The missing location

Deputy Pentagon Press Secretary Sabrina Singh announced on 3 March that four new sites will be established by the US military. These sites include Naval Base Camilo Osias in Santa Ana, Cagayan; Camp Melchor Dela Cruz in Gamu, Isabela; Balabac Island in Palawan; and Lal-lo Airport in Cagayan.

“The US was angling for five bases – the obvious missing site here is Subic Bay. I think shows that this isn’t an open-ended agreement from the Philippines,” said Graham.

Subic Bay served as a US fleet base for over 50 years, providing crucial access for the US Navy between Japan and Singapore. With the South China Sea being a focal point of strategic concerns in the Indo-Pacific, having guaranteed base access in this region would be highly advantageous for the US. 

“There may be a work around,” suggests Graham. “Subic Bay has been subject to an investment deal from a US private consortium. I think that private consortium has clearly got the nod from the US Government, and I think that that will maybe pave the way for some more maintenance and repair for the US Navy. 

“But it won’t mark a resumption of the old fleet access, and I think that shows that the Philippines is also mindful of the Chinese reaction and also sensitive to the history of the Philippines as a former colony of the US.” 

The EDCA agreement already includes several other locations, namely Cesar Basa Air Base in Pampanga, Fort Magsaysay Military Reservation, Lumbia Air Base, Antonio Bautista Air Base, and Mactan Benito Ebuen Air Base.

In addition to these five existing bases and military reservations, Singh stated that the additional locations “will strengthen the interoperability of the United States and Philippine armed forces and allow us to respond more seamlessly together to address a range of shared challenges in the Indo-Pacific region, including natural and humanitarian disasters.”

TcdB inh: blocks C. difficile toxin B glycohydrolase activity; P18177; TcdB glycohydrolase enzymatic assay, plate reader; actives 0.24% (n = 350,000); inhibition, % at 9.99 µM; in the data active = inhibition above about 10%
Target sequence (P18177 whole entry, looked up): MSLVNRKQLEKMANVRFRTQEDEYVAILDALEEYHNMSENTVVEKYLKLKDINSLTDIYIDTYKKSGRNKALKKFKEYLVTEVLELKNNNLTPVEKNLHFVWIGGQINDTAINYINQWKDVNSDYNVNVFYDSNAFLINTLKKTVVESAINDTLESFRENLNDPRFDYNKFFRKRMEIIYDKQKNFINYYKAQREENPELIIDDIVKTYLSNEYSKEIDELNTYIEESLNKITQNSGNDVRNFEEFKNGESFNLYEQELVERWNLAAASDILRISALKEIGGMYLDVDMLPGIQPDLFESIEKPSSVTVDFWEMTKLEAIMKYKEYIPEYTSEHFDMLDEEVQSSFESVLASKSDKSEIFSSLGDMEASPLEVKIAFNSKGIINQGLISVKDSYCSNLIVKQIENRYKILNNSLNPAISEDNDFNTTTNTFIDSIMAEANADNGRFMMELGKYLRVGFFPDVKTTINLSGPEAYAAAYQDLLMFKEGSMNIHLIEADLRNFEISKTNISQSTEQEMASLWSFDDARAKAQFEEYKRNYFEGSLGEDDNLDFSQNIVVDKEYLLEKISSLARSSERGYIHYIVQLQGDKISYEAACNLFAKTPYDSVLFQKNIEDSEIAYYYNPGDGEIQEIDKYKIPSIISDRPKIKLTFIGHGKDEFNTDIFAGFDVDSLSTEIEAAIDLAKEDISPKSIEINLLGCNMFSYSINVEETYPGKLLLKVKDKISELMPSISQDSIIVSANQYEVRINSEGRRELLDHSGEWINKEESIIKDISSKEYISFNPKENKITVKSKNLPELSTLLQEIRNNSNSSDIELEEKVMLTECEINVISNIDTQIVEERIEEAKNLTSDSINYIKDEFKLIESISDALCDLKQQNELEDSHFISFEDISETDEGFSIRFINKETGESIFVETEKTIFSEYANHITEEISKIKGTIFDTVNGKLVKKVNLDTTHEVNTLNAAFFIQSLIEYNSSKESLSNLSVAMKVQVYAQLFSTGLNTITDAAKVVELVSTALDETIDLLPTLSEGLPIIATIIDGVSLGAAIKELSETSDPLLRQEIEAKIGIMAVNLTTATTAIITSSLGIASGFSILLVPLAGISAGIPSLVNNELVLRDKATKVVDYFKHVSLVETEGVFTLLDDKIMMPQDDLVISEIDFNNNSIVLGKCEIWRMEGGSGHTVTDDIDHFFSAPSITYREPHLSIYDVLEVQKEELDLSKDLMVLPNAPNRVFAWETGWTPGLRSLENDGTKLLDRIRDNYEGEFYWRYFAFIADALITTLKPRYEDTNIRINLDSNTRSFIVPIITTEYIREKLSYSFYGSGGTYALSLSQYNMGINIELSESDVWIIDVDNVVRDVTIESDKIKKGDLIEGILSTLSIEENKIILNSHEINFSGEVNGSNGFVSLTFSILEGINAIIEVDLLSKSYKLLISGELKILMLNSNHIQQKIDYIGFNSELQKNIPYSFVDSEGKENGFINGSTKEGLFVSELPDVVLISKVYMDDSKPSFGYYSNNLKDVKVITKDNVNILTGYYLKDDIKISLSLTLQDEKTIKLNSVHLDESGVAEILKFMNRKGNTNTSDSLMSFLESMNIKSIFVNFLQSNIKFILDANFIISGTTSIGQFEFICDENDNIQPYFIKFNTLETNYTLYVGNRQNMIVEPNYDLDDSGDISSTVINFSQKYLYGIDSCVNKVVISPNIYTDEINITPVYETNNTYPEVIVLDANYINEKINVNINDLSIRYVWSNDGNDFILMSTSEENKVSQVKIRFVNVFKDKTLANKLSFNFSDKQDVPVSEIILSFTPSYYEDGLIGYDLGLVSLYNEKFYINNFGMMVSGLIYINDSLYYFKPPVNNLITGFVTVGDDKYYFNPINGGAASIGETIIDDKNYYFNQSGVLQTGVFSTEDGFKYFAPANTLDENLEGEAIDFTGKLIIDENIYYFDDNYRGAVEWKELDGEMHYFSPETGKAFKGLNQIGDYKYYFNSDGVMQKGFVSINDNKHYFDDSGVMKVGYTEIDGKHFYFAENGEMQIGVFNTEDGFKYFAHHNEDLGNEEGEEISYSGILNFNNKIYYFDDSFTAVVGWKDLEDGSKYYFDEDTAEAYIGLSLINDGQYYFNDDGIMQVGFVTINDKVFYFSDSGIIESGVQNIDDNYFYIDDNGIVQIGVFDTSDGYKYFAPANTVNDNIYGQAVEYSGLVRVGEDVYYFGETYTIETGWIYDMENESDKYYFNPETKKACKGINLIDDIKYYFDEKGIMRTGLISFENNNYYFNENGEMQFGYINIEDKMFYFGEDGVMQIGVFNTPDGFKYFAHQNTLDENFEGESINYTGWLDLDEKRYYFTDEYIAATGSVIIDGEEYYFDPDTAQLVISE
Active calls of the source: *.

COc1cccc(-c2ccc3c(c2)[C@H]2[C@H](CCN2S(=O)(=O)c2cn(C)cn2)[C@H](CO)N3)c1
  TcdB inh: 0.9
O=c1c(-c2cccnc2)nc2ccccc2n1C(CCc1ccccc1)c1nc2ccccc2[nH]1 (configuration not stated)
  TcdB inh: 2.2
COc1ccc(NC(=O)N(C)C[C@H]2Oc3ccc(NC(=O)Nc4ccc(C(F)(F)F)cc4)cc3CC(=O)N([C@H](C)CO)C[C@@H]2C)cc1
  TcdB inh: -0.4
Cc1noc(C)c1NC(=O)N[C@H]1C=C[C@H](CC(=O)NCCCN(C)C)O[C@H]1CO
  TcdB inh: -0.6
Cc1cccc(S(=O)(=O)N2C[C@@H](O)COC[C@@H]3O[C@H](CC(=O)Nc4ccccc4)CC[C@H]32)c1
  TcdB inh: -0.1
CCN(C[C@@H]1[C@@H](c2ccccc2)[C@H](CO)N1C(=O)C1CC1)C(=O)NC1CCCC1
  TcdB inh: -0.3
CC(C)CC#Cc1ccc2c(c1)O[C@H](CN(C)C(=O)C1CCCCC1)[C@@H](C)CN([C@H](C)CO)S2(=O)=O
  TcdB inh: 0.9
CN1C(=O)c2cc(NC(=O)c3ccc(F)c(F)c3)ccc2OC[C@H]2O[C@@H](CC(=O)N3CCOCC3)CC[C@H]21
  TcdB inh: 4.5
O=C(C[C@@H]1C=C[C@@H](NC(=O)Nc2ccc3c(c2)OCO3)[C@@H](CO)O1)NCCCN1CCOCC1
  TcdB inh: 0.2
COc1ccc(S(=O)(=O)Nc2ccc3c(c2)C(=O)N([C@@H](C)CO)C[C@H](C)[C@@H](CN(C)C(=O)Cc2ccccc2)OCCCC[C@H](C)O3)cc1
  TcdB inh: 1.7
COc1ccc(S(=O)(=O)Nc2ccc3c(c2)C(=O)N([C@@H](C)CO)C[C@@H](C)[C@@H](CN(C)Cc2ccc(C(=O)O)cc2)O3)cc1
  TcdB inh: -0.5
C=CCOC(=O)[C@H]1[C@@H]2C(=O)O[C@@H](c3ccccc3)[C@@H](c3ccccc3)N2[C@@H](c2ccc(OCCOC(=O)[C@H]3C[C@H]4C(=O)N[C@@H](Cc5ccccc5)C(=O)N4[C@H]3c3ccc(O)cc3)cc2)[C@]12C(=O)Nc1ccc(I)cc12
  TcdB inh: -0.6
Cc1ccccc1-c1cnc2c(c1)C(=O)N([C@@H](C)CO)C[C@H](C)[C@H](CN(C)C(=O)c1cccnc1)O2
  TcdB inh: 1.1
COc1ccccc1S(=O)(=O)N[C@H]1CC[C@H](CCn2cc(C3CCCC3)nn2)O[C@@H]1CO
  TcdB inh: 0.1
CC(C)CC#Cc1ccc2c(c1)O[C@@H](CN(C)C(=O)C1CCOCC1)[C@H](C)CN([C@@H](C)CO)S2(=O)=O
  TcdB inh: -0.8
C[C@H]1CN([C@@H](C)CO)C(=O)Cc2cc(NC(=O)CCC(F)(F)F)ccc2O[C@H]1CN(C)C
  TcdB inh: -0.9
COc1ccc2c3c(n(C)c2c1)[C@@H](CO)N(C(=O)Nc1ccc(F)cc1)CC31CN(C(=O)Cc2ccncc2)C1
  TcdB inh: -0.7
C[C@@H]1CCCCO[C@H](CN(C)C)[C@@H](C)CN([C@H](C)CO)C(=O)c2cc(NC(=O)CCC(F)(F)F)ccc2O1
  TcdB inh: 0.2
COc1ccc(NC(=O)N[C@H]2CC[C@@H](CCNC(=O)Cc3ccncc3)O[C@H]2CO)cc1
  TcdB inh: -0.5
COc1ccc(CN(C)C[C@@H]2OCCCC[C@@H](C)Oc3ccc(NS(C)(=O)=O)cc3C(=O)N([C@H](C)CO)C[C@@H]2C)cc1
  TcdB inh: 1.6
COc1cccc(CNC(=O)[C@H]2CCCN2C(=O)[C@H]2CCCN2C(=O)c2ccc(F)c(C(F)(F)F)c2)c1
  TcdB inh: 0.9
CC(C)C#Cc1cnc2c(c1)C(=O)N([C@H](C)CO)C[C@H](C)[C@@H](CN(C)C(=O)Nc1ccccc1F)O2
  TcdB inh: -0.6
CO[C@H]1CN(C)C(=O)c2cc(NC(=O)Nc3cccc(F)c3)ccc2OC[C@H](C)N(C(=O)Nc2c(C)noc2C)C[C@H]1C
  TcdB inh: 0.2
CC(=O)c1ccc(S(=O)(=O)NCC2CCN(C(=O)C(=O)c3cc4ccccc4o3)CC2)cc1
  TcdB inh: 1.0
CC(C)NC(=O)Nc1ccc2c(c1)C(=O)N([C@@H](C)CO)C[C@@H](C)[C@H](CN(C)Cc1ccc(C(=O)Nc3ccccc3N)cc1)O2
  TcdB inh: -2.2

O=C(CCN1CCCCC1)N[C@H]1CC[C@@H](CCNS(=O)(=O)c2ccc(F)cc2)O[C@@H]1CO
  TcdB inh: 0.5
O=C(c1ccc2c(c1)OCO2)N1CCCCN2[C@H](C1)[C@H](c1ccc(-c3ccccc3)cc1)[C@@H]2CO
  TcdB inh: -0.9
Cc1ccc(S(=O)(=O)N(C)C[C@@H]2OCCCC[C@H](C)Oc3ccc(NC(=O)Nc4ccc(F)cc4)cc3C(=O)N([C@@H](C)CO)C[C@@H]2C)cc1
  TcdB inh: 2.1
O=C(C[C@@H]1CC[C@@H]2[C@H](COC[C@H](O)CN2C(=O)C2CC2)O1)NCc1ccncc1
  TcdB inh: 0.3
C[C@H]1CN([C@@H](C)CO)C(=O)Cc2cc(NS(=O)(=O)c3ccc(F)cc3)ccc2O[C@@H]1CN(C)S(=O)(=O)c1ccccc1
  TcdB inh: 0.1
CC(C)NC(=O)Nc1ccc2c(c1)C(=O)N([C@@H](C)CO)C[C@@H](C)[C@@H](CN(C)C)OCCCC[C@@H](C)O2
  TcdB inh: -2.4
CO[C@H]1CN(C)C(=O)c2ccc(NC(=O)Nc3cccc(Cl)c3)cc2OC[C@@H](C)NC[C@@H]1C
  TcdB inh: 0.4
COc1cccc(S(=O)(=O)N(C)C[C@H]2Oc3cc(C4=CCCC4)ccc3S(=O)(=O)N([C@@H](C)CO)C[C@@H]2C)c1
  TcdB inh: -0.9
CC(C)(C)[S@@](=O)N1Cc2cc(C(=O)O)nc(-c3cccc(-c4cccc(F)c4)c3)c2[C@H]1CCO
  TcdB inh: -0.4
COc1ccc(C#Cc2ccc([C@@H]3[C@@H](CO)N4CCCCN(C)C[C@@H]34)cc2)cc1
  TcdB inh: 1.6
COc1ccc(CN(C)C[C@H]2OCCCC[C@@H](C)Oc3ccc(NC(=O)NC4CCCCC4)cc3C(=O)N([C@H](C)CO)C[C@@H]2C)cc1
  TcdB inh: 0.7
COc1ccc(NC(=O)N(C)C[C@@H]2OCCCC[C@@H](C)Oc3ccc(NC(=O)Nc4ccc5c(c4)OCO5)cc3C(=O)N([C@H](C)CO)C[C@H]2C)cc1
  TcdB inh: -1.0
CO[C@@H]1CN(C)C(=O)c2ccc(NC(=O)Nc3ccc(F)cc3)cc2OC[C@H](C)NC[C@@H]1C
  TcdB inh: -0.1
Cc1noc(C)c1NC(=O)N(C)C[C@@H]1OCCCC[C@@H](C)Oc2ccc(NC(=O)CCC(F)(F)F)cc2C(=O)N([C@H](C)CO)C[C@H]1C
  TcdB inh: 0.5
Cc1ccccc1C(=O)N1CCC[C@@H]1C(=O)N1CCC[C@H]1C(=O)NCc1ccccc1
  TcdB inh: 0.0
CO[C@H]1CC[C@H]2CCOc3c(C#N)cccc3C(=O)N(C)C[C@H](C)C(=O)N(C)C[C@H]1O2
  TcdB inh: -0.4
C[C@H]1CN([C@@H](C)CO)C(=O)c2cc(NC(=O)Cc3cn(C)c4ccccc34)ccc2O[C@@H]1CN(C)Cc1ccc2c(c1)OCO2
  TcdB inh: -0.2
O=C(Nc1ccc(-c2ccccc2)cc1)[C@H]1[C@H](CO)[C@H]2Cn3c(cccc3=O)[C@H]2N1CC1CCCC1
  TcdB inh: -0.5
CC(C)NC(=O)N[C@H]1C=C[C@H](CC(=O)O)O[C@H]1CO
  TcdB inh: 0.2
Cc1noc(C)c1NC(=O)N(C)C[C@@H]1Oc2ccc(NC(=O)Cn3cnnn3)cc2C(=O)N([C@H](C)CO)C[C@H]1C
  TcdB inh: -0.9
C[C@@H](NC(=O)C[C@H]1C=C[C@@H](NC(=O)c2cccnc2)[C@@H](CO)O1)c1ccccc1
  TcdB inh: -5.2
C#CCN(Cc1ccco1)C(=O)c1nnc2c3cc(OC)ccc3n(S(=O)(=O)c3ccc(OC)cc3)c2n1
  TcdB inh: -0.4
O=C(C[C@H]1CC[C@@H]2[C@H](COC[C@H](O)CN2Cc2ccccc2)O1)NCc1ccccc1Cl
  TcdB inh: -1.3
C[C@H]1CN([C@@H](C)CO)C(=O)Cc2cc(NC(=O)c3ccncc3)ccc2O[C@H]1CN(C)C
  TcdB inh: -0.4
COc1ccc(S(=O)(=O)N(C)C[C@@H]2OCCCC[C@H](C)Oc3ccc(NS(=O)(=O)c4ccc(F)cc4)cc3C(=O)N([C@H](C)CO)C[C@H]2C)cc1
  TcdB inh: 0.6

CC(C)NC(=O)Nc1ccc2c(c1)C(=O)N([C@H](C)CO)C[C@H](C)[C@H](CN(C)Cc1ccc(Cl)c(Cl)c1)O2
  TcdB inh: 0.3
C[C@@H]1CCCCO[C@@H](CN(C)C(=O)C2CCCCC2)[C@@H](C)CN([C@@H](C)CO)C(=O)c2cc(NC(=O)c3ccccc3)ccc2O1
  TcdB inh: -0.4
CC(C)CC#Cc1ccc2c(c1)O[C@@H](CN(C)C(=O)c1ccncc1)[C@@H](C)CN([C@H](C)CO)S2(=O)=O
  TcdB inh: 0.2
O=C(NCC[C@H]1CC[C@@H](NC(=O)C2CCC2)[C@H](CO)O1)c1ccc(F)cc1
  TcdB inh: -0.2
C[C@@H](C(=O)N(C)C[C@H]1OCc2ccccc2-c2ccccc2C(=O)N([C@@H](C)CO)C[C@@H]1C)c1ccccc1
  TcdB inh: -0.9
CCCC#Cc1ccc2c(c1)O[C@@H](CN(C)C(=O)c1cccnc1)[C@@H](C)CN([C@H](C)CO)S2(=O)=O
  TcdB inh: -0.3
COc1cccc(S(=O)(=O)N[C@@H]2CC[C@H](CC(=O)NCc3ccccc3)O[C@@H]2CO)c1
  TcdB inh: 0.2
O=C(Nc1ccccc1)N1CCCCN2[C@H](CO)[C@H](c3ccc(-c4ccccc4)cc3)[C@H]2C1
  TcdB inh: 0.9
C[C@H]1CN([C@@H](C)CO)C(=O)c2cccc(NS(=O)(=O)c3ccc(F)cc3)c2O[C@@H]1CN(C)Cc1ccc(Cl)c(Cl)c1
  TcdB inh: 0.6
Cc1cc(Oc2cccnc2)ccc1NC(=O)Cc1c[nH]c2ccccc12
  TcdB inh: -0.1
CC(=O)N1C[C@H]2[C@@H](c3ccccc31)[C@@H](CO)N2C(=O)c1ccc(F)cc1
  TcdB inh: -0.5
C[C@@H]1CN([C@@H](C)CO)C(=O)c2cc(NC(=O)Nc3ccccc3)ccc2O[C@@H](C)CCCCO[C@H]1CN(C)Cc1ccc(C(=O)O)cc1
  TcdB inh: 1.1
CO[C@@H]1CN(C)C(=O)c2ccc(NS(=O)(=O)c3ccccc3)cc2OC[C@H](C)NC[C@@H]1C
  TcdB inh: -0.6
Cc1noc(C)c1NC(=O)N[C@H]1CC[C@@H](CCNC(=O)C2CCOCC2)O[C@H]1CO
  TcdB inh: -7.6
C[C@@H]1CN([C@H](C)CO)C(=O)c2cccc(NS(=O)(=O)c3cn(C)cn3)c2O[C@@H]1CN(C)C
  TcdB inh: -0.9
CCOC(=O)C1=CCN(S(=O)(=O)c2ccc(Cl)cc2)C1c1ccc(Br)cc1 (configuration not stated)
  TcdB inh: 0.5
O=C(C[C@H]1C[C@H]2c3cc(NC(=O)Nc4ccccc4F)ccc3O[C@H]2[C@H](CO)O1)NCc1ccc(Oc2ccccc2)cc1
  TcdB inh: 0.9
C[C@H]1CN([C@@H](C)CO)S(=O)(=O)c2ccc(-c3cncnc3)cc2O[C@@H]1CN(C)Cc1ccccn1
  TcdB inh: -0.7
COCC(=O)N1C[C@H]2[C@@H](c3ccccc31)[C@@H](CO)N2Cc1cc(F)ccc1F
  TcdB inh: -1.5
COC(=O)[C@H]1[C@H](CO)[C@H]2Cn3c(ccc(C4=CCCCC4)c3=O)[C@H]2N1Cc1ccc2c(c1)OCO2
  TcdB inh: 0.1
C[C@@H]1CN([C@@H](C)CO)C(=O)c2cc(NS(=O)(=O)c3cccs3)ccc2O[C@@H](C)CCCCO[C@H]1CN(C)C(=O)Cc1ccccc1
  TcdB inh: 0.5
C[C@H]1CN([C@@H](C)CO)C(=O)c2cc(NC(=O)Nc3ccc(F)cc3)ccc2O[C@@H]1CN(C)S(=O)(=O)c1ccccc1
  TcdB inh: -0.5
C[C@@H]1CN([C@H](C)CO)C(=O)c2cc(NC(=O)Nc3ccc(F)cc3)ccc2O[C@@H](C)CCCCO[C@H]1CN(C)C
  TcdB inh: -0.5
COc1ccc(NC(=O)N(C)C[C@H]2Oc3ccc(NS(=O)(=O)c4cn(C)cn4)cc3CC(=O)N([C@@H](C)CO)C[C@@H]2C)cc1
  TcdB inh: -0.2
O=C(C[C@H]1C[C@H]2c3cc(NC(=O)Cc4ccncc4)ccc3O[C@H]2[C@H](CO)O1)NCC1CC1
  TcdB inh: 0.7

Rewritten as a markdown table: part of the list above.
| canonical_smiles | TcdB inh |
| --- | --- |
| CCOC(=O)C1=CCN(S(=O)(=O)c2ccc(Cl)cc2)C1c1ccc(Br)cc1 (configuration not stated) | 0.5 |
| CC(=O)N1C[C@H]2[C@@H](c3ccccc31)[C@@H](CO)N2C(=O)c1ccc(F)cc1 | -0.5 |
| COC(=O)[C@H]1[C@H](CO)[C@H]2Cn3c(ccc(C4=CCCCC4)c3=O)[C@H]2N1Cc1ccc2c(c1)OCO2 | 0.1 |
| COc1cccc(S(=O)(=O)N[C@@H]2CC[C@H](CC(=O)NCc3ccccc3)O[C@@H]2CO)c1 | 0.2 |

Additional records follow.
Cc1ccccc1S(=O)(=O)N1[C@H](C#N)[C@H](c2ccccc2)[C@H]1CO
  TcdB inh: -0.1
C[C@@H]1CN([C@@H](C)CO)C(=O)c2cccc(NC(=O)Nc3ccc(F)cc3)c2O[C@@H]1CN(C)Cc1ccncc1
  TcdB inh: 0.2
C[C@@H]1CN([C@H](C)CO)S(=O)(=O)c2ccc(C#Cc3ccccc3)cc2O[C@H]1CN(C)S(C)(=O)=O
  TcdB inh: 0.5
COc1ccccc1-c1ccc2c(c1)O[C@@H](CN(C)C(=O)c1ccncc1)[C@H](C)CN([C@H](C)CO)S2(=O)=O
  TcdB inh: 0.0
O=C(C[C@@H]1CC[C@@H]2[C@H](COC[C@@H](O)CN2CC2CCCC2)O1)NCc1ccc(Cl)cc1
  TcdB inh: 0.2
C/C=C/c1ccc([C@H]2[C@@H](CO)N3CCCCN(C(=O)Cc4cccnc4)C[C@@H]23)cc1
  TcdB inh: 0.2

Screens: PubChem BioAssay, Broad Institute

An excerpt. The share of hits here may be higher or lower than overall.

Duterte’s failed hedge for the Philippines

Singh stated that in order to swiftly advance modernisation projects at these locations, the Defence Department “will work in lockstep” with the Philippine Department of National Defence and armed forces. “The amounts allocated to this $130m in the first tranche and then $82m to this expanded set. So, it’s not a small change, that’s a significant investment in infrastructure.” 

This year had been billed as one of significant change for US forward defence posture in the western Pacific. “In this context,” said Graham, “the EDCA can be seen as a significant down payment on that.”

In reinforcing the EDCA, the current administration of the Philippines has made the decision to strengthen its partnership with the United States.

“The development also marks a key shift away from the policy adopted during the Rodrigo Duterte regime,” said Apsingikar. “It had tried to maintain an a relatively stand-off US policy in order to assuage Chinese security concerns and prevent provoking Chinese ire.”